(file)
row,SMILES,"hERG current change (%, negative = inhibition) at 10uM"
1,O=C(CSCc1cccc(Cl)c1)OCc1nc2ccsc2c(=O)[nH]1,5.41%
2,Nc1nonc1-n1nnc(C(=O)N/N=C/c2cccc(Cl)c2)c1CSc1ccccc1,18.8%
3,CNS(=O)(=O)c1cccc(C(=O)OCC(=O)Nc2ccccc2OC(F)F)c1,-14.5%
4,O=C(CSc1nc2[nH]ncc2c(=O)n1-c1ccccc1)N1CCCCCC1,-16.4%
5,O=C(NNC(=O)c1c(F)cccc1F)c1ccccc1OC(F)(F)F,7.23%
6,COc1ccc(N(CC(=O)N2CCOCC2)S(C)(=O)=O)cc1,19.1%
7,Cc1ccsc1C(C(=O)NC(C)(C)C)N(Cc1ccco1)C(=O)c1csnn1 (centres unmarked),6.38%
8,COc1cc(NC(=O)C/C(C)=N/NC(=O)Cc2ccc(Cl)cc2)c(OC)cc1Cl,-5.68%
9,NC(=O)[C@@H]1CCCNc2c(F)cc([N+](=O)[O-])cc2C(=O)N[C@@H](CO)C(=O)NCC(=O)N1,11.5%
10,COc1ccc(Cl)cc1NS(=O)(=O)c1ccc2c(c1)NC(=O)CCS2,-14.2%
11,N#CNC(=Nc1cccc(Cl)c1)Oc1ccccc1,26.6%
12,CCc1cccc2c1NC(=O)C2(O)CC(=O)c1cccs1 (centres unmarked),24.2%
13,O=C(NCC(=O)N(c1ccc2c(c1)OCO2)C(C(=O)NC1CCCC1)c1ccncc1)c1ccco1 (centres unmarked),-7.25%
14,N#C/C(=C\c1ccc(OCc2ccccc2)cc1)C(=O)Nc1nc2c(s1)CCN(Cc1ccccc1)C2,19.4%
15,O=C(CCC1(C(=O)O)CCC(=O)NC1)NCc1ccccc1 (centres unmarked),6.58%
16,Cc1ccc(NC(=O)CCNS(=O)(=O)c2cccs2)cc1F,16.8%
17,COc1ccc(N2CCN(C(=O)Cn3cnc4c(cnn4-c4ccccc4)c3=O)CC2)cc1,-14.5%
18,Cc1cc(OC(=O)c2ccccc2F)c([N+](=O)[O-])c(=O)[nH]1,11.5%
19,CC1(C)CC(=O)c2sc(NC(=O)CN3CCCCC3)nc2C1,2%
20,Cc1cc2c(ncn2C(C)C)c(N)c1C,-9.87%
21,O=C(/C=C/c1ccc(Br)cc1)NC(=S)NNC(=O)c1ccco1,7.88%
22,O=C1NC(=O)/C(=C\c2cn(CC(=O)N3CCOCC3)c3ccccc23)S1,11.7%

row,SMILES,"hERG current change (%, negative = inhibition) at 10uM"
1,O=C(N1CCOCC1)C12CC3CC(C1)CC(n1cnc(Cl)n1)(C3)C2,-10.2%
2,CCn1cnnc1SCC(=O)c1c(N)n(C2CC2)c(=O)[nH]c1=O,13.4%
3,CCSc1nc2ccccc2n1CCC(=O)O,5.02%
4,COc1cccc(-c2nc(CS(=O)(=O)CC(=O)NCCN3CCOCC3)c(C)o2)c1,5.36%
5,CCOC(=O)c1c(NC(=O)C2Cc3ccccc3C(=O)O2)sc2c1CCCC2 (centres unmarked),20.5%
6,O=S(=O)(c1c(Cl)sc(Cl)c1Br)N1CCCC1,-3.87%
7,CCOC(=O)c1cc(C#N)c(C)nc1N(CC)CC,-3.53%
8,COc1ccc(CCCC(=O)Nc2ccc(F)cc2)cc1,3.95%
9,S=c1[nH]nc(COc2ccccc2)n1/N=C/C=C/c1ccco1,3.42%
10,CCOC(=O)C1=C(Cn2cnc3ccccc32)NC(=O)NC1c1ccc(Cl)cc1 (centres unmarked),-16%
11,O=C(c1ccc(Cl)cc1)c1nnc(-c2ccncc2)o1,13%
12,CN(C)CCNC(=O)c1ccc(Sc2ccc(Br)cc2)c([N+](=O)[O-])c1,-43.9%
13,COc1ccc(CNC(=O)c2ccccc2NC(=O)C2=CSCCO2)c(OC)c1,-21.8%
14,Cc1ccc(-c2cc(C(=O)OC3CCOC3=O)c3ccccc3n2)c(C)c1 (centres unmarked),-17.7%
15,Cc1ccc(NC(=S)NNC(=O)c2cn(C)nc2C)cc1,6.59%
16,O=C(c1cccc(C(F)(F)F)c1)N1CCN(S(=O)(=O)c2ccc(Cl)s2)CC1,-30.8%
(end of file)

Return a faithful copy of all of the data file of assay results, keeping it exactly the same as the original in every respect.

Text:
row,SMILES,"hERG current change (%, negative = inhibition) at 10uM"
1,O=C(CSCc1cccc(Cl)c1)OCc1nc2ccsc2c(=O)[nH]1,5.41%
2,Nc1nonc1-n1nnc(C(=O)N/N=C/c2cccc(Cl)c2)c1CSc1ccccc1,18.8%
3,CNS(=O)(=O)c1cccc(C(=O)OCC(=O)Nc2ccccc2OC(F)F)c1,-14.5%
4,O=C(CSc1nc2[nH]ncc2c(=O)n1-c1ccccc1)N1CCCCCC1,-16.4%
5,O=C(NNC(=O)c1c(F)cccc1F)c1ccccc1OC(F)(F)F,7.23%
6,COc1ccc(N(CC(=O)N2CCOCC2)S(C)(=O)=O)cc1,19.1%
7,Cc1ccsc1C(C(=O)NC(C)(C)C)N(Cc1ccco1)C(=O)c1csnn1 (centres unmarked),6.38%
8,COc1cc(NC(=O)C/C(C)=N/NC(=O)Cc2ccc(Cl)cc2)c(OC)cc1Cl,-5.68%
9,NC(=O)[C@@H]1CCCNc2c(F)cc([N+](=O)[O-])cc2C(=O)N[C@@H](CO)C(=O)NCC(=O)N1,11.5%
10,COc1ccc(Cl)cc1NS(=O)(=O)c1ccc2c(c1)NC(=O)CCS2,-14.2%
11,N#CNC(=Nc1cccc(Cl)c1)Oc1ccccc1,26.6%
12,CCc1cccc2c1NC(=O)C2(O)CC(=O)c1cccs1 (centres unmarked),24.2%
13,O=C(NCC(=O)N(c1ccc2c(c1)OCO2)C(C(=O)NC1CCCC1)c1ccncc1)c1ccco1 (centres unmarked),-7.25%
14,N#C/C(=C\c1ccc(OCc2ccccc2)cc1)C(=O)Nc1nc2c(s1)CCN(Cc1ccccc1)C2,19.4%
15,O=C(CCC1(C(=O)O)CCC(=O)NC1)NCc1ccccc1 (centres unmarked),6.58%
16,Cc1ccc(NC(=O)CCNS(=O)(=O)c2cccs2)cc1F,16.8%
17,COc1ccc(N2CCN(C(=O)Cn3cnc4c(cnn4-c4ccccc4)c3=O)CC2)cc1,-14.5%
18,Cc1cc(OC(=O)c2ccccc2F)c([N+](=O)[O-])c(=O)[nH]1,11.5%
19,CC1(C)CC(=O)c2sc(NC(=O)CN3CCCCC3)nc2C1,2%
20,Cc1cc2c(ncn2C(C)C)c(N)c1C,-9.87%
21,O=C(/C=C/c1ccc(Br)cc1)NC(=S)NNC(=O)c1ccco1,7.88%
22,O=C1NC(=O)/C(=C\c2cn(CC(=O)N3CCOCC3)c3ccccc23)S1,11.7%

row,SMILES,"hERG current change (%, negative = inhibition) at 10uM"
1,O=C(N1CCOCC1)C12CC3CC(C1)CC(n1cnc(Cl)n1)(C3)C2,-10.2%
2,CCn1cnnc1SCC(=O)c1c(N)n(C2CC2)c(=O)[nH]c1=O,13.4%
3,CCSc1nc2ccccc2n1CCC(=O)O,5.02%
4,COc1cccc(-c2nc(CS(=O)(=O)CC(=O)NCCN3CCOCC3)c(C)o2)c1,5.36%
5,CCOC(=O)c1c(NC(=O)C2Cc3ccccc3C(=O)O2)sc2c1CCCC2 (centres unmarked),20.5%
6,O=S(=O)(c1c(Cl)sc(Cl)c1Br)N1CCCC1,-3.87%
7,CCOC(=O)c1cc(C#N)c(C)nc1N(CC)CC,-3.53%
8,COc1ccc(CCCC(=O)Nc2ccc(F)cc2)cc1,3.95%
9,S=c1[nH]nc(COc2ccccc2)n1/N=C/C=C/c1ccco1,3.42%
10,CCOC(=O)C1=C(Cn2cnc3ccccc32)NC(=O)NC1c1ccc(Cl)cc1 (centres unmarked),-16%
11,O=C(c1ccc(Cl)cc1)c1nnc(-c2ccncc2)o1,13%
12,CN(C)CCNC(=O)c1ccc(Sc2ccc(Br)cc2)c([N+](=O)[O-])c1,-43.9%
13,COc1ccc(CNC(=O)c2ccccc2NC(=O)C2=CSCCO2)c(OC)c1,-21.8%
14,Cc1ccc(-c2cc(C(=O)OC3CCOC3=O)c3ccccc3n2)c(C)c1 (centres unmarked),-17.7%
15,Cc1ccc(NC(=S)NNC(=O)c2cn(C)nc2C)cc1,6.59%
16,O=C(c1cccc(C(F)(F)F)c1)N1CCN(S(=O)(=O)c2ccc(Cl)s2)CC1,-30.8%